found six states with a high DLL enrollment in state preschool-California, Illinois, Nevada, New Jersey, New Mexico and Texas-also have policies in place supporting young dual language learners. Yet several states with high populations of DLLs-including Arizona, Florida and New York-do not even track the home language of children enrolled in their state-funded preschool programs. "Due to the numbers of young DLLs in our communities, their learning outcomes have consequences for our future," said Dr. Allison Friedman-Krauss, co-author of The State of Preschool 2017. "Our report shows few states have policies supporting the quality early learning experiences these children need to thrive in kindergarten and beyond."
Bullying at School: Resources and the Rights of Students with Disabilities:
Students with disabilities are bullied at a higher rate than their typical peers. October is National Bullying Prevention Month, providing a good opportunity to review information about available
resources and actions
families can take.
Abuse & Young Children with Disabilities: A Review of the Literature:
Legislation in the United States, such as the Child Abuse Prevention and Treatment Act and the Individuals with Disabilities Education Improvement Act, mandates service system collaboration to meet the complex needs of young children with disabilities who have experienced abuse. This
review examines extant literature related to young children with disabilities who have experienced abuse. Gaps in the literature are identified and future directions are discussed.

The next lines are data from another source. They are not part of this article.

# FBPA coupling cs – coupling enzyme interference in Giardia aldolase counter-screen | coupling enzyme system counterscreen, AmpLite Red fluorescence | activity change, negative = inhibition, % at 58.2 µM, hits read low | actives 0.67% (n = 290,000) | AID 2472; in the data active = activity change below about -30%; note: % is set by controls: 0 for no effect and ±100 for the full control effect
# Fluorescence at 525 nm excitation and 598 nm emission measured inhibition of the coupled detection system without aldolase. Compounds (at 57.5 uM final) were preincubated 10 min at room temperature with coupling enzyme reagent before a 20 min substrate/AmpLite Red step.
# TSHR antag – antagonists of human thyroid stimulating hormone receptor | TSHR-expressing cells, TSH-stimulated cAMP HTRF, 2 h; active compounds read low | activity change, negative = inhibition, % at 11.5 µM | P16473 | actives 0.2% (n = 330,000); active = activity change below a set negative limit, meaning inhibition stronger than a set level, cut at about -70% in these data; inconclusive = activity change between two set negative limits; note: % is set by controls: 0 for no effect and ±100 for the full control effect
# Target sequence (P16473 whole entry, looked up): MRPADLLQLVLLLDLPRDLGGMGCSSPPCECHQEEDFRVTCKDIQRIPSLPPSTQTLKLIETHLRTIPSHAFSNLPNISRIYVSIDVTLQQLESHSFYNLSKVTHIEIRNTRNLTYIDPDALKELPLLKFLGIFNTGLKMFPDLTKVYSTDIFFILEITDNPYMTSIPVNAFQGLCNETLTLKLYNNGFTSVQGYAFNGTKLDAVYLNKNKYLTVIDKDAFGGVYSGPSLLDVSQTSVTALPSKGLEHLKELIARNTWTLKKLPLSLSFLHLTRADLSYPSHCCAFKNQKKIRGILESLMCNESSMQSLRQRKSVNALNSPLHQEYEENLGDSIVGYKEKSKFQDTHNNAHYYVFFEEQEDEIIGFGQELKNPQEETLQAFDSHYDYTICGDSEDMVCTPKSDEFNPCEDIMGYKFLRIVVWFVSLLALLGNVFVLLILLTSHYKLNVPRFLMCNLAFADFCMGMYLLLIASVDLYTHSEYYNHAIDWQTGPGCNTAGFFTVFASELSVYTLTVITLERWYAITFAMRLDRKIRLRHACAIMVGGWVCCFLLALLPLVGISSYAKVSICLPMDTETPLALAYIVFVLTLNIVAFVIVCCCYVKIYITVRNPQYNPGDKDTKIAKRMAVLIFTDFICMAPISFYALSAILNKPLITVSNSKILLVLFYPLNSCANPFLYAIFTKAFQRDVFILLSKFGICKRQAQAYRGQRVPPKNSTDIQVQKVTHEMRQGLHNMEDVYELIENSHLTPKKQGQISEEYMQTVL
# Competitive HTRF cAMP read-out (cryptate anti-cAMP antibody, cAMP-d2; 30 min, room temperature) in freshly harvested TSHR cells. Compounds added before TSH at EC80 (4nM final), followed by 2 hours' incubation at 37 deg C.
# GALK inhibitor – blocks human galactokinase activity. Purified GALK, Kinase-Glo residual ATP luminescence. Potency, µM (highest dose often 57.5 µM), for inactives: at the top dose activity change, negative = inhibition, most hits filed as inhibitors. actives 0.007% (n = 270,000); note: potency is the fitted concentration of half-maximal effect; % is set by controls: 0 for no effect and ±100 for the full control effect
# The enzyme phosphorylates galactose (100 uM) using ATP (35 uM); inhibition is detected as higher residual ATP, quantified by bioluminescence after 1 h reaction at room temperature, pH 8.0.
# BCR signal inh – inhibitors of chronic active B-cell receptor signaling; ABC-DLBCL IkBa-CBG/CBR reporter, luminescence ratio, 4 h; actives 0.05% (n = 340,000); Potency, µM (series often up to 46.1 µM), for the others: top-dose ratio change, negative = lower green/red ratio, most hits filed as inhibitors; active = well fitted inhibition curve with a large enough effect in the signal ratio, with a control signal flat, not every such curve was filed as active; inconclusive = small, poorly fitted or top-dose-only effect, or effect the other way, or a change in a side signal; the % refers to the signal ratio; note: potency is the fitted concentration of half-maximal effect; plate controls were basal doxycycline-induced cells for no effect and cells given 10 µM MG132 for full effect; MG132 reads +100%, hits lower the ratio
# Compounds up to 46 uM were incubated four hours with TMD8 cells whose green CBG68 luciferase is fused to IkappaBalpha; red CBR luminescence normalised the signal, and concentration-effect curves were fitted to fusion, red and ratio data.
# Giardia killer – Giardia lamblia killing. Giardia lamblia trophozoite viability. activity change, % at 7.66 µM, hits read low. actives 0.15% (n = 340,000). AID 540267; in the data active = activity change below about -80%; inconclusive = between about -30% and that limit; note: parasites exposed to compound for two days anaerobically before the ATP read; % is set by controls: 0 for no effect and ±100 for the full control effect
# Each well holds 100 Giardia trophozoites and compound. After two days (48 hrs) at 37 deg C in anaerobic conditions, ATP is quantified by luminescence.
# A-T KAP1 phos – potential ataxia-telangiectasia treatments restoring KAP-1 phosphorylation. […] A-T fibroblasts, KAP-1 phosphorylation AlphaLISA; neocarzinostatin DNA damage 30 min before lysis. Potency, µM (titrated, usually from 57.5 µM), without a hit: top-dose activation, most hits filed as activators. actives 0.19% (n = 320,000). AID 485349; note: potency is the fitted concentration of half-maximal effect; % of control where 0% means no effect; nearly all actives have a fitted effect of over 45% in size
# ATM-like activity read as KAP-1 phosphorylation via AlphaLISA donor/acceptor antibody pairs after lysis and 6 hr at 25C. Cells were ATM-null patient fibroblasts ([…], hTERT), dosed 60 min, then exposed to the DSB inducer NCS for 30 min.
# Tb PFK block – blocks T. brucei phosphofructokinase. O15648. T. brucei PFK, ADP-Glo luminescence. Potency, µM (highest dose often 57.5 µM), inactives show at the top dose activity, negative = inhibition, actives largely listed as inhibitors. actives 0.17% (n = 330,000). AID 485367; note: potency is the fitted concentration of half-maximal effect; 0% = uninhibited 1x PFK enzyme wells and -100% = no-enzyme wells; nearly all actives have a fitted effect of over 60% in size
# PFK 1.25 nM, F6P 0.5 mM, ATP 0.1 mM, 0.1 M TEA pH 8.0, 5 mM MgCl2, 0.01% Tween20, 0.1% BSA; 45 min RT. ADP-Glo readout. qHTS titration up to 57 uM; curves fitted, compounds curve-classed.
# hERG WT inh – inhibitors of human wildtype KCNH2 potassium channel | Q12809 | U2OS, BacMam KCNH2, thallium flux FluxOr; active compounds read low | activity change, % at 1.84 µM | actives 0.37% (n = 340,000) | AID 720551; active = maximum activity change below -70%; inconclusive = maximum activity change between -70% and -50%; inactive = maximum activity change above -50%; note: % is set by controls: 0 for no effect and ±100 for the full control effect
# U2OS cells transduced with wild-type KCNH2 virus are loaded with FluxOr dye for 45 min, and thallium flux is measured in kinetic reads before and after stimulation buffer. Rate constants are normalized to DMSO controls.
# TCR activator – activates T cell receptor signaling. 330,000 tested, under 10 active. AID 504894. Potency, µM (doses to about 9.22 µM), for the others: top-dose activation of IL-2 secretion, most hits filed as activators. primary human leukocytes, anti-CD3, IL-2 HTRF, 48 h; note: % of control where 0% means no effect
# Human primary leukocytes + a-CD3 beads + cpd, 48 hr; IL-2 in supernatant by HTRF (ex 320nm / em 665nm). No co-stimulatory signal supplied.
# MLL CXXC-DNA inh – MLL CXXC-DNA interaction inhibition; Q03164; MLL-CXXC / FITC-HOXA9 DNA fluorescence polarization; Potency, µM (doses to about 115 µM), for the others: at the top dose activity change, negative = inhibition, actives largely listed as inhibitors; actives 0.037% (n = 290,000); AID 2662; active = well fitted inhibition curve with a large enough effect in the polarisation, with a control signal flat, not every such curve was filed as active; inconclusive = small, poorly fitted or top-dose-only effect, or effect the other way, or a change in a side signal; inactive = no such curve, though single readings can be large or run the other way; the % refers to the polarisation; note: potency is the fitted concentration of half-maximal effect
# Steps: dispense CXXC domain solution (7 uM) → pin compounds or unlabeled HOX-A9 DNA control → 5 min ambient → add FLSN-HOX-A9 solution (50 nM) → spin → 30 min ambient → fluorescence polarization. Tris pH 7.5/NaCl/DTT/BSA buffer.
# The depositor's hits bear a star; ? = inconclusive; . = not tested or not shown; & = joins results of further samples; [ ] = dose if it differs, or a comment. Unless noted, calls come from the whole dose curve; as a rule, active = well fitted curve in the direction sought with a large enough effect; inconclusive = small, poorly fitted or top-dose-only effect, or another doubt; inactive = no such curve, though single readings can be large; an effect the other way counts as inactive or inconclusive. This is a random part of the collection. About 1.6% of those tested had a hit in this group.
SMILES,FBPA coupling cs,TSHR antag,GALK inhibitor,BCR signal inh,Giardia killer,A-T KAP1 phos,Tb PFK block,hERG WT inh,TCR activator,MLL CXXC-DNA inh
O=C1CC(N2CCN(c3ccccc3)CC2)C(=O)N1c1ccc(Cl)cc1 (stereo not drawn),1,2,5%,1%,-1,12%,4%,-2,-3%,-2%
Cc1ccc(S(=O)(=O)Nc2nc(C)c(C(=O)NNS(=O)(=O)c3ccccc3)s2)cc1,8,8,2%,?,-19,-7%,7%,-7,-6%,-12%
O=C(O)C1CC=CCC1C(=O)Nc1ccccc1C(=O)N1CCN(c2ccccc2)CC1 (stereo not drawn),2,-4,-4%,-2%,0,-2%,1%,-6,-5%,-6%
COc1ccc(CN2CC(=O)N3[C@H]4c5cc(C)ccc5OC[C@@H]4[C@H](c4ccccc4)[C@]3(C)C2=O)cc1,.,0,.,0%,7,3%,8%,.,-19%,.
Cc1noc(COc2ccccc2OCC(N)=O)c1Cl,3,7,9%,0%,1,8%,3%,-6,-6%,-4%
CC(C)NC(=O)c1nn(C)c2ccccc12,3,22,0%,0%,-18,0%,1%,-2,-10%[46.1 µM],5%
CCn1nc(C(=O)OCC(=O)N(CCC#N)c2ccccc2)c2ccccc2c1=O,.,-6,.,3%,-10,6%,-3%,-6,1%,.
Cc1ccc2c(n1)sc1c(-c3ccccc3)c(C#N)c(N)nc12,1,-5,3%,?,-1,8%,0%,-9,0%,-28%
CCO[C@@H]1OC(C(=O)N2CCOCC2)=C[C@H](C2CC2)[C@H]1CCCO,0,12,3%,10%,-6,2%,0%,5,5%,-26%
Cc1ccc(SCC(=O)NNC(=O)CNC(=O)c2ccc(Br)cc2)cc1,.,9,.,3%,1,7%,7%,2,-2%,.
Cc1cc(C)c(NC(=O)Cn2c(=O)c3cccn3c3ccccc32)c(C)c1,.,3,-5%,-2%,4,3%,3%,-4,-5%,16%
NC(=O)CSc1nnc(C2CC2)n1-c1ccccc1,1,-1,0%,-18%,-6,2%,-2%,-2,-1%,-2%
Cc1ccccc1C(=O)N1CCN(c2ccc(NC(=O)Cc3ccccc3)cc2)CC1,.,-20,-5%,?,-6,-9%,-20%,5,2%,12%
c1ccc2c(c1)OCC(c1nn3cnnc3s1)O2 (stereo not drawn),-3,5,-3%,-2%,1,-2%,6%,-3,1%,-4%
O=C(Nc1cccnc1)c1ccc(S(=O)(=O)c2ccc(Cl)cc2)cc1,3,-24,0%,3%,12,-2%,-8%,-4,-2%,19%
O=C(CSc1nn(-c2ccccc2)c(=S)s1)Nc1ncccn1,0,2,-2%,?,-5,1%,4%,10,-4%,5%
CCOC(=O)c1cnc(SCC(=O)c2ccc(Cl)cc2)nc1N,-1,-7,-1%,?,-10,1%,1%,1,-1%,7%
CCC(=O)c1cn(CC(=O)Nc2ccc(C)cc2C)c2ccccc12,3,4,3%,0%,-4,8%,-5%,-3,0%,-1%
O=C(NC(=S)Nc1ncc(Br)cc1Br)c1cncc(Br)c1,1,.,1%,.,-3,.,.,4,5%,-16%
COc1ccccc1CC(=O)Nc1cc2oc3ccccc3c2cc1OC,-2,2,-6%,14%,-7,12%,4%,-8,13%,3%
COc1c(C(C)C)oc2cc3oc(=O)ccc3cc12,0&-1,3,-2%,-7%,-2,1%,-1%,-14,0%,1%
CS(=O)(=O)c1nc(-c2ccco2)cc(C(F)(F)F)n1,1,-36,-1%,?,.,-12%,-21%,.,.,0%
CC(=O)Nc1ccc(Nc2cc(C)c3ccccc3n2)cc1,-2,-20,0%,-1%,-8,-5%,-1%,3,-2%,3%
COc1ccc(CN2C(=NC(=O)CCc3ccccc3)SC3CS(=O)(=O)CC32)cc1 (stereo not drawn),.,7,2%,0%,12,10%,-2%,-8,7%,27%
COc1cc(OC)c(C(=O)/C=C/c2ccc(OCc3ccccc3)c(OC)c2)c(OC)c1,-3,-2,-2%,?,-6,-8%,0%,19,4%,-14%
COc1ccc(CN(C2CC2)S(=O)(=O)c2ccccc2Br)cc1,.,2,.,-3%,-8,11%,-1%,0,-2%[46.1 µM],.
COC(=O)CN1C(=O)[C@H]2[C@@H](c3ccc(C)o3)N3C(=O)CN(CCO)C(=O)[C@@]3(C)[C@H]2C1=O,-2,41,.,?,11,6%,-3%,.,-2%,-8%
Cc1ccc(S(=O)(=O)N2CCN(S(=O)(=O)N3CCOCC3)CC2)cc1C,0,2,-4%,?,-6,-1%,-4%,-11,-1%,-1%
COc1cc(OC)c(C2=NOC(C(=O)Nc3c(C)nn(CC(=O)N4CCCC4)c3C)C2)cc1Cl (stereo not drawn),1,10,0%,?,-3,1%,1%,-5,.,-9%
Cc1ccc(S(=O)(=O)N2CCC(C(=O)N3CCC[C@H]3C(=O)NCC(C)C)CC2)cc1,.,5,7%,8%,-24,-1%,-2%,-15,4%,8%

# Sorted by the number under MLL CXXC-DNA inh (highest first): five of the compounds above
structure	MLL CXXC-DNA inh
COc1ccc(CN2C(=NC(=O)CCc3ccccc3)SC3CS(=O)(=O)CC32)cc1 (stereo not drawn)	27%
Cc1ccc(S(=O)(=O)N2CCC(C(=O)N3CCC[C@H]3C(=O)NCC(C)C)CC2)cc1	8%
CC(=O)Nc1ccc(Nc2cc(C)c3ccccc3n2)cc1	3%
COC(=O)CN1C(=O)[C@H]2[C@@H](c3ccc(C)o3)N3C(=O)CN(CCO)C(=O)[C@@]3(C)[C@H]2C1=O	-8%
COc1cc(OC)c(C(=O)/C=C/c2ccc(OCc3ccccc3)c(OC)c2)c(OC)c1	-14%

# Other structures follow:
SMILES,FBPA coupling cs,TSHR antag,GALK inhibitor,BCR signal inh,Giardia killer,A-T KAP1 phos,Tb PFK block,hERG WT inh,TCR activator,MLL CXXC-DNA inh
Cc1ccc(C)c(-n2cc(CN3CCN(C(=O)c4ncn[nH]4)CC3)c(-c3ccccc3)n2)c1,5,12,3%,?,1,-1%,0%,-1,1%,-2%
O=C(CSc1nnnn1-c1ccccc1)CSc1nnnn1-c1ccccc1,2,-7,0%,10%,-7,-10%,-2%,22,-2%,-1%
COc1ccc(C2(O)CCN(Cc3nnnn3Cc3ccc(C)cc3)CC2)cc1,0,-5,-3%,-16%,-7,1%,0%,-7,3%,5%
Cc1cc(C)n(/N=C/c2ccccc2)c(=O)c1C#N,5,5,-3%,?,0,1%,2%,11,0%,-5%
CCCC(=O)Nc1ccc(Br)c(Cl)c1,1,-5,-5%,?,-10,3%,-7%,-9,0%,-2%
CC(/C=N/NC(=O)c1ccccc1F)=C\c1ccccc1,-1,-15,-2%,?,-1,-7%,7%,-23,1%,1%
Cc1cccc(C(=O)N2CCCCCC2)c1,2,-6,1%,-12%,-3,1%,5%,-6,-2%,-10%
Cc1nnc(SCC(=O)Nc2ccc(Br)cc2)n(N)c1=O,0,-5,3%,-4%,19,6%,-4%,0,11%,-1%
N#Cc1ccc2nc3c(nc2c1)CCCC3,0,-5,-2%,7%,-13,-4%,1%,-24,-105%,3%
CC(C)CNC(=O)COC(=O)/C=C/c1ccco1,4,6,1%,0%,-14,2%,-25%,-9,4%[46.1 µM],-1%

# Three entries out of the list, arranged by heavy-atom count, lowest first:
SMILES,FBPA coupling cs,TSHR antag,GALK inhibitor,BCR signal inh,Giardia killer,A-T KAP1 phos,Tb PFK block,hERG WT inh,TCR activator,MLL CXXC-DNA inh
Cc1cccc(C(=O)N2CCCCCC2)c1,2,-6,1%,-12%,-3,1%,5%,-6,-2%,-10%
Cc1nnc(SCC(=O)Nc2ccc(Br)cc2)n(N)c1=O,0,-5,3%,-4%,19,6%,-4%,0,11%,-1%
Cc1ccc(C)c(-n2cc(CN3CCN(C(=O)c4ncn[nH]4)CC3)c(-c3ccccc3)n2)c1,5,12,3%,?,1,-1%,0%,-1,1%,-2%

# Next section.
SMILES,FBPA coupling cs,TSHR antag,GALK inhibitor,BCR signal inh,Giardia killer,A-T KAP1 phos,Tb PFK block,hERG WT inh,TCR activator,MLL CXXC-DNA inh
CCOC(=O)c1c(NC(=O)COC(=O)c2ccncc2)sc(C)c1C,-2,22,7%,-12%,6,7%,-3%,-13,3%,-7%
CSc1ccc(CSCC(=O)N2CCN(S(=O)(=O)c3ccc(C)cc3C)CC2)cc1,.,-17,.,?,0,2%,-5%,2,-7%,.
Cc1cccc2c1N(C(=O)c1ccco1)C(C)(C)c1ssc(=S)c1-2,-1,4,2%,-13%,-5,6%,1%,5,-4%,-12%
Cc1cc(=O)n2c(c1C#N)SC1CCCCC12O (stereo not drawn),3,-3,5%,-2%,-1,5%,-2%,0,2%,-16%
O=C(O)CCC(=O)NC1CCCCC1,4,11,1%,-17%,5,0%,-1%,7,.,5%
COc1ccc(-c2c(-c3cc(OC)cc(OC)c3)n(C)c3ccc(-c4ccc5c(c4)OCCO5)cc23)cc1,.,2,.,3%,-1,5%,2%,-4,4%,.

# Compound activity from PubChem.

Uplifting Every Voice: Changing the Perception of Parents Created by the Child Welfare System:
Read this story of how one parent "spoke truth to power" in the child welfare system.
|Choice/Charter Schools/Virtual Schools/Voucher Programs
Senators Push GAO to Investigate Virtual Charter Schools:
Democratic Senators Sherrod Brown and Patty Murray have called on the Government Accountability Office (GAO) to investigate full time virtual charter schools. Both senators pointed to data showing that students enrolled in virtual charter schools perform worse than their peers and there's little research providing that they adequately serve students with disabilities or English language learners. The schools typically have high student-to-teacher ratios and there's little financial accountability and transparency, the senators wrote. Meanwhile, virtual charter school operators like K12 Inc. spend tens of millions of dollars compensating their top executives and on advertising, the senators write. Brown - who represents Ohio, where the massive virtual school ECOT closed earlier this year - and Murray are asking GAO to investigate how virtual charter schools recruit students and verity student enrollment and participation. They also want the government watchdog to explore academic outcomes for students and how much federal, state and local funding virtual charter schools receive. The letter comes at the same time as
from the Center for American Progress detailing the poor performance and financial practices of virtual charter schools. The report notes that for-profit virtual charter schools typically graduate about half of their students, placing them among the lowest-performing schools in their state.
Culturally Relevant Curriculum and Culturally Responsive Schools Toolkit:
The West Dayton Youth Taskforce, Racial Justice NOW!, and the Dignity in Schools Campaign are developing a culturally relevant curriculum and culturally responsive schools toolkit. Check it out.
Got Data? Implications of Variation in Access to State Data:
Recently, Chalkbeat highlighted North Carolina as the source of a disproportionate
share of education
research, thanks to extensive-and accessible--state education data